Spring at Grandview Park

Not long before they married on 08 June 1929, Gerald Adam and Fern Thoma posed for a series of snapshots at Grandview Park in Sioux City, Woodbury County, Iowa.1

Gerald, known as Jerry, was twenty years old to Fern’s twenty-one at the time these photographs were likely taken; the prints are stamped with the date 19 March 1929. On what was perhaps the first day warm enough to shed their jackets that year, they clowned around with friends Dorothy Thompson, Irene Tasker, and Clifford Thompson, and snapped a number of photographs documenting their time together. Curly-haired Dorothy and Clifford were siblings; Clifford and Irene would later marry.2

Fern wears heels and stockings, and her on-trend long sleeved, drop-waist dress hits just below the knee. Its geometric pattern is indistinct in the photographs, but it features a sailor-esque tie at the v-neck and two rows of ruffles at the hem.3 Her long wool jacket, worn in all but one of the photographs, has a warm fur collar; her two female friends also wear fur-trimmed jackets. Fern’s bob is neatly concealed by her stylishly adorned cloche hat.4 Jerry is smartly dressed as well, wearing a wool suit with a bow tie and a straw hat, his outfit nearly identical to that of his friend’s. His pants, cuffed at the hems, are so wide and loose that they appear to almost skim the grass; they look much like the ready-made “Oxford Bags” that became popular in the mid-1920s. 

Whether the couple was celebrating something in particular—an engagement?—or simply enjoying the spring weather on an afternoon walk with friends, it is interesting to note that several photographs were taken at a memorial for one Mabel Allison More, a Sioux City resident who had died in 1924.5 Given the lighthearted nature of the photographs, it can be assumed that the young people did not know More, but were rather attracted to the charming tiled wall merely as a backdrop and convenient place to climb. Grandview Park was presented to the city of Sioux City in 1908, and soon became a popular gathering place known especially for its trellised rose garden, the beginnings of which may be visible in the photograph of Fern, Dorothy, and Irene, and later for its bandshell.6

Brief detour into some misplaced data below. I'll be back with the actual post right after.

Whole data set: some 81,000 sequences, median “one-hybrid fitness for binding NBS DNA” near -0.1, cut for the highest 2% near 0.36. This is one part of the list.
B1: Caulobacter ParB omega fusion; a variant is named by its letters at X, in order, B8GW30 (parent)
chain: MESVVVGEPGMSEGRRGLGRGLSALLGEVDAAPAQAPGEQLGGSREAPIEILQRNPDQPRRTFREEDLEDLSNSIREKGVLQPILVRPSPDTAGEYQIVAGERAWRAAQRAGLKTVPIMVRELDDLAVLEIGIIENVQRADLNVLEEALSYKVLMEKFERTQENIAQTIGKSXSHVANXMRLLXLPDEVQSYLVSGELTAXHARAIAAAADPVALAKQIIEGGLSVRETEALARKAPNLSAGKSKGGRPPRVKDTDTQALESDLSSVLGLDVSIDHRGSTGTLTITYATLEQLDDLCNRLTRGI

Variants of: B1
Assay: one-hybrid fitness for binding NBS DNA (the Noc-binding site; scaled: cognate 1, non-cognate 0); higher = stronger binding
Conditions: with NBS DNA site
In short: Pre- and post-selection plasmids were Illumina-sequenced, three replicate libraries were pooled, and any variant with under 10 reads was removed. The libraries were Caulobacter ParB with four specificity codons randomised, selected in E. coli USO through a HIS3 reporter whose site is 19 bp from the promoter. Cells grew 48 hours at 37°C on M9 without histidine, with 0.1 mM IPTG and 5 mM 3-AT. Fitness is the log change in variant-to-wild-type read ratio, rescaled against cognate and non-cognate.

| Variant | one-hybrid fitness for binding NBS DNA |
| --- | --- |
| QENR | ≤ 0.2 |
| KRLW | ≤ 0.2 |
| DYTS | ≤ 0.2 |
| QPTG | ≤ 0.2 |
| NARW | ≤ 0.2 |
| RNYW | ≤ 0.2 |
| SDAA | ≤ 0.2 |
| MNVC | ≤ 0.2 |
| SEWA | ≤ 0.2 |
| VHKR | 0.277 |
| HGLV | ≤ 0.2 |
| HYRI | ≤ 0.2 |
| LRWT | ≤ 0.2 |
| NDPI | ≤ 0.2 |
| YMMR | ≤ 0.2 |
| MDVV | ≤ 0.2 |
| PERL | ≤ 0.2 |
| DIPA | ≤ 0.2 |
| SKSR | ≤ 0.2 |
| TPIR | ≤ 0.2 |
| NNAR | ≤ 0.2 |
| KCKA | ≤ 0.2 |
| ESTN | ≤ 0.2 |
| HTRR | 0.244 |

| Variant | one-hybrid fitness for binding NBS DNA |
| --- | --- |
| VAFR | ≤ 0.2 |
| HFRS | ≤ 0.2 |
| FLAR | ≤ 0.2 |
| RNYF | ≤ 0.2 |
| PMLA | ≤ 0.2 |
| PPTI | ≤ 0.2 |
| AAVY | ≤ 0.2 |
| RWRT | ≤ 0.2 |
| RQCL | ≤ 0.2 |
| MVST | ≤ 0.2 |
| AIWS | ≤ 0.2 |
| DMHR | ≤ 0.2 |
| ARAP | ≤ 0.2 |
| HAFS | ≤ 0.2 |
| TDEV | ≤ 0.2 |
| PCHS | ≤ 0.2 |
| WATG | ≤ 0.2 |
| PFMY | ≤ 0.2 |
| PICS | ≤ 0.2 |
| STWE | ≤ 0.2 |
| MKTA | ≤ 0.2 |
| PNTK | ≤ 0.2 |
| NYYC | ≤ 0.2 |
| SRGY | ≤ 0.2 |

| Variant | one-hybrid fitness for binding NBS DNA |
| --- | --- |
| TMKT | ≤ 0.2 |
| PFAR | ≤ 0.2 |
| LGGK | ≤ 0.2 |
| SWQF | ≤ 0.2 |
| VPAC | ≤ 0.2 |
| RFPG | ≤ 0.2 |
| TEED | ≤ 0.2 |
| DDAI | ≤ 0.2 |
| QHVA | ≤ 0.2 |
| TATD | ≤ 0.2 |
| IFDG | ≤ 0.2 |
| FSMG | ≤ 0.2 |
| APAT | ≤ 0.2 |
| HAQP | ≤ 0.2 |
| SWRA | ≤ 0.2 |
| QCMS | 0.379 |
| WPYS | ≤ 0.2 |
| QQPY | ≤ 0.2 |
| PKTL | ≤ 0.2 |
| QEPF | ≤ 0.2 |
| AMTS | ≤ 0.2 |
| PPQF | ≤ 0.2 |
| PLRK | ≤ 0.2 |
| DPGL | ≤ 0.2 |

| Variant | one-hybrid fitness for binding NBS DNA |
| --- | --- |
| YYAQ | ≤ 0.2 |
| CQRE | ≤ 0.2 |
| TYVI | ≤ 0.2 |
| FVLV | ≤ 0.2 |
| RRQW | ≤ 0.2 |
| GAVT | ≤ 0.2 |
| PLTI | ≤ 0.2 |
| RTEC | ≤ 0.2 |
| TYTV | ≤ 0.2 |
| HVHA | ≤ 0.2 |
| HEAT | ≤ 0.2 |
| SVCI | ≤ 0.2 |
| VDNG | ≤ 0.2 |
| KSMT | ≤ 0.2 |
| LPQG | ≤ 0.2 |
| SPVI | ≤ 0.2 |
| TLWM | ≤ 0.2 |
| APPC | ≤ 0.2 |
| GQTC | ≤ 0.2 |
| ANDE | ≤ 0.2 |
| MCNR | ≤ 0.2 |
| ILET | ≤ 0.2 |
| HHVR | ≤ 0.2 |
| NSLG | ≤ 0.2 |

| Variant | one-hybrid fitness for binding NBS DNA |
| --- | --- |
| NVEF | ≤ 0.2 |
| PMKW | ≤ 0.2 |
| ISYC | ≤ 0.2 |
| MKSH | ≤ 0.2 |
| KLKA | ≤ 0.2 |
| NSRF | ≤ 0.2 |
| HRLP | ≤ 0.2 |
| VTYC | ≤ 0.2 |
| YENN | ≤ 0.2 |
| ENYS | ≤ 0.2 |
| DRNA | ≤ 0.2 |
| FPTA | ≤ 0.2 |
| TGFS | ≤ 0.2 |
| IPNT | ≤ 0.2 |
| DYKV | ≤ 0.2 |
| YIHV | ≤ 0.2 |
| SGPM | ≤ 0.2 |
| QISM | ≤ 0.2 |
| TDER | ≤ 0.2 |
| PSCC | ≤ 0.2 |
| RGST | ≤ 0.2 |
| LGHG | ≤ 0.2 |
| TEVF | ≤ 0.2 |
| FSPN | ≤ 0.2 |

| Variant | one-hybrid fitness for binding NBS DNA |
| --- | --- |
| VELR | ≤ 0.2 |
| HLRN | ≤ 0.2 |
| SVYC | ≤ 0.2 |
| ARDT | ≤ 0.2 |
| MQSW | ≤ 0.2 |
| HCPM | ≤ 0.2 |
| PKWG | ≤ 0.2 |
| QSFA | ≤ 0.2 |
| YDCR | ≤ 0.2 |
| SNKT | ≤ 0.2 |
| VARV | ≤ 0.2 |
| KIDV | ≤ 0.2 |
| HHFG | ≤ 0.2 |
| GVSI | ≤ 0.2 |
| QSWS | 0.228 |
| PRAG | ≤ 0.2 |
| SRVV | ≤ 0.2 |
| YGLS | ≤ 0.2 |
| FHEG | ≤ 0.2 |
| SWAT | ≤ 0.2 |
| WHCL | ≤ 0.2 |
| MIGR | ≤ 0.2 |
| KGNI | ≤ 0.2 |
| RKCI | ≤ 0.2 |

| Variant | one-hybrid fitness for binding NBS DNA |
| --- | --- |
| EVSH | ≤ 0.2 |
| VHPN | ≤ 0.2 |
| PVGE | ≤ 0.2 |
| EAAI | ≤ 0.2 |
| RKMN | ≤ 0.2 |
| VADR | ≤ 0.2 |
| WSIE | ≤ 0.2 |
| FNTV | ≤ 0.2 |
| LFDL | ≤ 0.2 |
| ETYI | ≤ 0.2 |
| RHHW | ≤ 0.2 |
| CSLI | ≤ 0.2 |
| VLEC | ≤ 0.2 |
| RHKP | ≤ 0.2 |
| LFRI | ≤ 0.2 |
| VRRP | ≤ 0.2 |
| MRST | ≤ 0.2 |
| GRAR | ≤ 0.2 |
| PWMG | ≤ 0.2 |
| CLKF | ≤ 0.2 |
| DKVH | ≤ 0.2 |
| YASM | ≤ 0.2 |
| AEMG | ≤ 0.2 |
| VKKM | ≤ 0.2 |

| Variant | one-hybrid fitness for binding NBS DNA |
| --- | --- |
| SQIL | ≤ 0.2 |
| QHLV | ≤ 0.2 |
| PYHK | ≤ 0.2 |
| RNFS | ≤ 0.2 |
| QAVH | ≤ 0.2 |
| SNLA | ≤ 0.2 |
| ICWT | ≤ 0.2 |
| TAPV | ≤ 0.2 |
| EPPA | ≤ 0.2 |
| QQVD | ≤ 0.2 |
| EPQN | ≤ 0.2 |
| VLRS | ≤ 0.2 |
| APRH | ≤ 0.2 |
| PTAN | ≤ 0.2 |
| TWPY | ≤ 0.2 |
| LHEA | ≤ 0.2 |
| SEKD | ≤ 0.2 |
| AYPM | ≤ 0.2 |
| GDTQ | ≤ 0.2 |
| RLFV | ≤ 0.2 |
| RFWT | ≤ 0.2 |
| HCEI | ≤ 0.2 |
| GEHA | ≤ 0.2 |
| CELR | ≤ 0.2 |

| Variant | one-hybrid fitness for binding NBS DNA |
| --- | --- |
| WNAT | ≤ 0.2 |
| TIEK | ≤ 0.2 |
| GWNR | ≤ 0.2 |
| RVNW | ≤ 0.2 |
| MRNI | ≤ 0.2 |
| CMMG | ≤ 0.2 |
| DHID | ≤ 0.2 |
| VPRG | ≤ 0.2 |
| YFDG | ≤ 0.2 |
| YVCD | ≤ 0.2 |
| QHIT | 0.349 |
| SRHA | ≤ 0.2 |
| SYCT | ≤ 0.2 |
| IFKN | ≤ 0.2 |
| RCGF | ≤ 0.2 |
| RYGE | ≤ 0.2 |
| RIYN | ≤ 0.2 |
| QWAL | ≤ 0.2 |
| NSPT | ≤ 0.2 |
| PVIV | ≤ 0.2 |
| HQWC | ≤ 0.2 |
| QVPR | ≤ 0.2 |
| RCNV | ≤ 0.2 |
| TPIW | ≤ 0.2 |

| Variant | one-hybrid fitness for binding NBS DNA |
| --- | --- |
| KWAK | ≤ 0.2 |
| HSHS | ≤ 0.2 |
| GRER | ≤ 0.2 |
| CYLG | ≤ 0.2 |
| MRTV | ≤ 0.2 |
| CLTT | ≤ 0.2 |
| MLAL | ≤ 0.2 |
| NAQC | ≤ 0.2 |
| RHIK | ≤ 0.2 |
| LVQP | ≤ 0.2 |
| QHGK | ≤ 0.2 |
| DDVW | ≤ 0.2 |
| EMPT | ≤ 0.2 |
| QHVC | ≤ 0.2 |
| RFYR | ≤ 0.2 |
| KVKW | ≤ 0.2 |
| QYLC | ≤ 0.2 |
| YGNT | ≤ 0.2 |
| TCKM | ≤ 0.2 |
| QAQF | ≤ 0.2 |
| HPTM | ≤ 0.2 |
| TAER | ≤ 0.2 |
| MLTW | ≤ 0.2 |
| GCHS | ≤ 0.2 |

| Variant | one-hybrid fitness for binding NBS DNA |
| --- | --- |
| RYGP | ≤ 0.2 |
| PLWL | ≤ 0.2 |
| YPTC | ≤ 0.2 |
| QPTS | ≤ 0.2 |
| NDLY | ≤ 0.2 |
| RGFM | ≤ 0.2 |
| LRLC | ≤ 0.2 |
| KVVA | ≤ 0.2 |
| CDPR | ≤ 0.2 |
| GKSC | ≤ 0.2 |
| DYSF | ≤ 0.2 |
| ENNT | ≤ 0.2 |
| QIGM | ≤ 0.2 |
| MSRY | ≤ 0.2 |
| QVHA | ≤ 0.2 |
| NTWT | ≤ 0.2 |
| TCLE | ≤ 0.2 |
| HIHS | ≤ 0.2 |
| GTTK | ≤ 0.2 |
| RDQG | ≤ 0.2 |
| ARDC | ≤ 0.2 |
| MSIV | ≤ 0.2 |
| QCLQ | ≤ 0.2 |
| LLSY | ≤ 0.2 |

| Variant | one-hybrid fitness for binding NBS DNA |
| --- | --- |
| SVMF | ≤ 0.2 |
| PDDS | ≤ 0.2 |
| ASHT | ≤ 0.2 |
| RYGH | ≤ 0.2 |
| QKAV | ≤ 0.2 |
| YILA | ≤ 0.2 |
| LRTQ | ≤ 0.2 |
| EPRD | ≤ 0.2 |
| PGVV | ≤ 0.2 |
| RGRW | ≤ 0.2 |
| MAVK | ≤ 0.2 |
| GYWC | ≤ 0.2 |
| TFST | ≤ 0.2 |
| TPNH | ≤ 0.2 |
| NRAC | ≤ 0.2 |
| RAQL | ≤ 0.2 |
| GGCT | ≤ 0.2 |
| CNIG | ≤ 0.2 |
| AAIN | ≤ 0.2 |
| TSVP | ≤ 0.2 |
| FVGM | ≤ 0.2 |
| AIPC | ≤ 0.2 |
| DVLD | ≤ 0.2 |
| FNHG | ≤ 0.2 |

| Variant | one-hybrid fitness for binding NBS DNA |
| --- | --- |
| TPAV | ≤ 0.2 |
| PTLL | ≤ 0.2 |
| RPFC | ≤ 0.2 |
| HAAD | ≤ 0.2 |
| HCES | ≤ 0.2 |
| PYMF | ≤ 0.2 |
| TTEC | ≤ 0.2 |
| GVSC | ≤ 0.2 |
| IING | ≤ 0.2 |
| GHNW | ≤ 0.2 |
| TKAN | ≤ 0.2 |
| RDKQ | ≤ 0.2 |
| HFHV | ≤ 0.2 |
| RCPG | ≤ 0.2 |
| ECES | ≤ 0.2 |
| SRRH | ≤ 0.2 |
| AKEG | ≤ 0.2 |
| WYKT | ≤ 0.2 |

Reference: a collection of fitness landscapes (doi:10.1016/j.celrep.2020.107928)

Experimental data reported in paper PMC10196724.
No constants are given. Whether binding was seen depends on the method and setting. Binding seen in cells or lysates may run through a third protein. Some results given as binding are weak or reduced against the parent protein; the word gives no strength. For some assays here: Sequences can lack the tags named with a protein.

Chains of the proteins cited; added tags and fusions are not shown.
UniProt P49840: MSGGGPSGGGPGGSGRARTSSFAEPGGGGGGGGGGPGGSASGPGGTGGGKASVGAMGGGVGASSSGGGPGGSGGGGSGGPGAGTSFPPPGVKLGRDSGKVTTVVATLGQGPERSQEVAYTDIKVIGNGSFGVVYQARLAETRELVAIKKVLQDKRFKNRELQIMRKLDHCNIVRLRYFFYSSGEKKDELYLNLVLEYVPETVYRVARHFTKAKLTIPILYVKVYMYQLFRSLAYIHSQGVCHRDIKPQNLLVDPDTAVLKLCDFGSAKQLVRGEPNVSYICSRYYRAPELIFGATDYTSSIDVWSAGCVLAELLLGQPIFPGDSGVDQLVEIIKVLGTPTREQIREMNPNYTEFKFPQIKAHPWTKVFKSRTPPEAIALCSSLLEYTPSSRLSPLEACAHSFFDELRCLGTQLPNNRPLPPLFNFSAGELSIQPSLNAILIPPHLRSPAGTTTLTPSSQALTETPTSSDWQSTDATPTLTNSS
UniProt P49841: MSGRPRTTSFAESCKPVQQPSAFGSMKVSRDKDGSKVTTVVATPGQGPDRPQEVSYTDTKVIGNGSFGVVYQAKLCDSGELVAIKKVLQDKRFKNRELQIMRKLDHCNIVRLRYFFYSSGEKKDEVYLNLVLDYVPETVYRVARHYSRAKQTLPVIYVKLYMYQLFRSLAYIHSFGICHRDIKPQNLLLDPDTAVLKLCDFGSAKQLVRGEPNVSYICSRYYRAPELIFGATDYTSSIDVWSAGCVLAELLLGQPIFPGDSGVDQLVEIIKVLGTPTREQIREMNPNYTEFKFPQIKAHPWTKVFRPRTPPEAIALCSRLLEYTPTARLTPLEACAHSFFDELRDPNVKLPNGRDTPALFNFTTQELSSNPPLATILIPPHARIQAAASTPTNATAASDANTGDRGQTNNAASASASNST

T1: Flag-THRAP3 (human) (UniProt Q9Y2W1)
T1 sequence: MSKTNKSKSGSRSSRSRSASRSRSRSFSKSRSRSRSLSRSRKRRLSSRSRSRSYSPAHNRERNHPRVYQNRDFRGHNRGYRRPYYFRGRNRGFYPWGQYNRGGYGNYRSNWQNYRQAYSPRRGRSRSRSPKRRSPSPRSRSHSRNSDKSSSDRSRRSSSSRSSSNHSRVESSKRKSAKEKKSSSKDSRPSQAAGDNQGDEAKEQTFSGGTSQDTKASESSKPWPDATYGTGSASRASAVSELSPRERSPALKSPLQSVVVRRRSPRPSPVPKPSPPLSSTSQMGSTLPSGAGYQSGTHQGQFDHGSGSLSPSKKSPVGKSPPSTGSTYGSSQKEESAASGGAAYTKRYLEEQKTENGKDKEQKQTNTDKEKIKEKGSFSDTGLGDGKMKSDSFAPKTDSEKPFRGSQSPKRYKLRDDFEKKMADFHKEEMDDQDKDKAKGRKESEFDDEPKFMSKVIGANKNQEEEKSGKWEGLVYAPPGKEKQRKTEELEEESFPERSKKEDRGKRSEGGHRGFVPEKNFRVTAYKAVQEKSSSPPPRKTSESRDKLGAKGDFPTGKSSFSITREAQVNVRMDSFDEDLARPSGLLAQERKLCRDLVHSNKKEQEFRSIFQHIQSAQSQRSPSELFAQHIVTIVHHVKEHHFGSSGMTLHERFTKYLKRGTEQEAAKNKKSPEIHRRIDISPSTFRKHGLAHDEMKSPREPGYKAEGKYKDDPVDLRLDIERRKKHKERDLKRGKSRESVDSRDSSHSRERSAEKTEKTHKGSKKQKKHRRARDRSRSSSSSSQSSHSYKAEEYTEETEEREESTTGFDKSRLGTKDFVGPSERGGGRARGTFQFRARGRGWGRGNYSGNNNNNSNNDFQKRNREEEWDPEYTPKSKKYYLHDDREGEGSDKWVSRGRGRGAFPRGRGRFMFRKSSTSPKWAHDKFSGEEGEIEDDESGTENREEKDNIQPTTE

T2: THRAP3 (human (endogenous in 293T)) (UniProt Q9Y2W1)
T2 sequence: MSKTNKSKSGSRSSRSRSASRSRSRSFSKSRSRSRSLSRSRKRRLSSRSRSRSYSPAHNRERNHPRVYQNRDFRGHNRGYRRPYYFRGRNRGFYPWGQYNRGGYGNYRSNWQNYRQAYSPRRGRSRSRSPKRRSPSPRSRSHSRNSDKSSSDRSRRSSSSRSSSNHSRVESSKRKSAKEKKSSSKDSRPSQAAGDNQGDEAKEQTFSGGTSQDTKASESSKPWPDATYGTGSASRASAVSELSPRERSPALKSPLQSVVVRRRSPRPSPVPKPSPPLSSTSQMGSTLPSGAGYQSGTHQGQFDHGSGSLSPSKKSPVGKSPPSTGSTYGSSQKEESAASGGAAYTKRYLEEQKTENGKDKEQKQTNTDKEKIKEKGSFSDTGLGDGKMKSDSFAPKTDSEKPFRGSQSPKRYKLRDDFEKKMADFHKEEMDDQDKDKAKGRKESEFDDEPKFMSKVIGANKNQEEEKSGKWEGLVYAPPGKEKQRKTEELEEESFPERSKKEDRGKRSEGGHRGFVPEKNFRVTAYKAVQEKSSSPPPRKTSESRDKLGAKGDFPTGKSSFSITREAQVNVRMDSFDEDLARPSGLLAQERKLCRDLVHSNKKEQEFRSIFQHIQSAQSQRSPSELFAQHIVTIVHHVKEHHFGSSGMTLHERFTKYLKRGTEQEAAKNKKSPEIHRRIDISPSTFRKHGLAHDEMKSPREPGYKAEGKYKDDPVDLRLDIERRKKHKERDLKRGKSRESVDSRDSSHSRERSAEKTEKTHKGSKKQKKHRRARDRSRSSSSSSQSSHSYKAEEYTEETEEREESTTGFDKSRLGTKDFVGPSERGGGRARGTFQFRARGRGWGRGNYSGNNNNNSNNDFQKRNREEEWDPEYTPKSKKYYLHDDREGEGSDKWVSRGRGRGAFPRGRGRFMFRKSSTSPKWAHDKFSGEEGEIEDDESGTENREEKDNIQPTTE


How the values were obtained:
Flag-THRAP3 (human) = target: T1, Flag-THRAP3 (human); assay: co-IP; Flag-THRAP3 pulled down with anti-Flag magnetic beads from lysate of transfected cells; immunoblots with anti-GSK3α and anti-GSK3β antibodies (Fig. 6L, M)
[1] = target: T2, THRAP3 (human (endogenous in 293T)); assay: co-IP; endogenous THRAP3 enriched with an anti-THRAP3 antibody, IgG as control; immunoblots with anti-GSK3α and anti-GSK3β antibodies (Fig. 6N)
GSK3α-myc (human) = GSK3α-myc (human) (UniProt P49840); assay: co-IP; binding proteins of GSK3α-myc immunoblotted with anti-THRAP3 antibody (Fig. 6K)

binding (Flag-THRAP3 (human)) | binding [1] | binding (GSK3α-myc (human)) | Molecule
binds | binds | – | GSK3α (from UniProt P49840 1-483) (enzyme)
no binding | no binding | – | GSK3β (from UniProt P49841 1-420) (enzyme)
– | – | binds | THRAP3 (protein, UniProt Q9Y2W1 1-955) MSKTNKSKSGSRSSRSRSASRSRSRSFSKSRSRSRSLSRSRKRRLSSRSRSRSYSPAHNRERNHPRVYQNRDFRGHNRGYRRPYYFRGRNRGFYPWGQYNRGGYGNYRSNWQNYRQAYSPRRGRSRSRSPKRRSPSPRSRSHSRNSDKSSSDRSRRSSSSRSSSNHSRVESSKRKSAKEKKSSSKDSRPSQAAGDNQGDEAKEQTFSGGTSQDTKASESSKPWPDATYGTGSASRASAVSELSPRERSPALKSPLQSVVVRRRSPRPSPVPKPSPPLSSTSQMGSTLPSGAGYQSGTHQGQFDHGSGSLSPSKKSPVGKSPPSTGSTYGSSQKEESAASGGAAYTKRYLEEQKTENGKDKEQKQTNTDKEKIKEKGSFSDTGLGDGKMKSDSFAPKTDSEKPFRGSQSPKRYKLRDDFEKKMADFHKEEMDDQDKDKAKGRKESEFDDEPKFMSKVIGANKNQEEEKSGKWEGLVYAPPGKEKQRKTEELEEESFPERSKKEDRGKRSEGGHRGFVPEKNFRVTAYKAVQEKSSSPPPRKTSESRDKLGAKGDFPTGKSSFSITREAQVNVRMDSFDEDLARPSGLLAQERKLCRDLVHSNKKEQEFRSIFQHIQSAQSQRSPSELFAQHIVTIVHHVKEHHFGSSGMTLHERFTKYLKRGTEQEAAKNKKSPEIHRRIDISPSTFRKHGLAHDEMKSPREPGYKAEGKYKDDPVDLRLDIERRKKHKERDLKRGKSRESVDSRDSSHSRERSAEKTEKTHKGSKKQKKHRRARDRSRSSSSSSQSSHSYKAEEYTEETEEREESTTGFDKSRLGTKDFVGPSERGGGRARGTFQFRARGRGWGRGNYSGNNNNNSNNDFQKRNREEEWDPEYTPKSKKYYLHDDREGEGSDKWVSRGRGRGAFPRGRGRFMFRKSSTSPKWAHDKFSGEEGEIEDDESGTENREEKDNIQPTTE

A little less than three months after these photographs were printed, Fern and Jerry would marry, with one of their friends pictured here, Dorothy, serving as an attendant.7 Although no photographs of their wedding day, nor their honeymoon in the Black Hills, are known to exist, these snapshots give a glimpse into the relationship of this happy young couple who leaned comfortably into one another and smiled joyfully for the camera.8

Copyright © 2018 Melanie Frick. All Rights Reserved.


SOURCES

1 “Iowa, Marriage Records, 1880-1940,” digital images, Ancestry.com (http://www.ancestry.com : accessed 30 April 2018), Gerald Adam and Fern Thoma, 08 June 1929, Sioux City; citing “Iowa Marriage Records, 1923–37,” microfilm, State Historical Society of Iowa, Des Moines.
2 “Iowa, Marriage Records, 1880-1940,” digital images, Ancestry.com (http://www.ancestry.com : accessed 30 April 2018), Clifford Thompson and Irene Tasker, 31 May 1930, Sioux City; citing “Iowa Marriage Records, 1923-37,” microfilm, State Historical Society of Iowa, Des Moines.
3 “History of 1920s Day Dresses,” Vintage Dancer (https://vintagedancer.com/1920s/1920s-day-dresses : accessed 30 April 2018).
4 “1920s Hat Styles for Women,” Vintage Dancer (https://vintagedancer.com/1920s/1920s-hats-styles : accessed 30 April 2018).
5 “Iowa, Death Records, 1920-1940,” database and images, Ancestry.com (http://www.ancestry.com : accessed 30 April 2018), entry for Mabel Allison More, 08 August 1924, Sioux City; citing State Historical Society of Iowa, Des Moines.
6 “Grandview Park and the Bandshell,” Sioux City History (http://www.siouxcityhistory.org/historic-sites/110-grandview-park-a-the-band-shell : accessed 30 April 2018).
7 “Iowa, Marriage Records, 1923-1937,” digital images, Ancestry.com, Gerald Adam and Fern Thoma, 08 June 1929, Sioux City.
8 “Mr. and Mrs. George Thoma […],” undated clipping, ca. June 1929, from unidentified newspaper.

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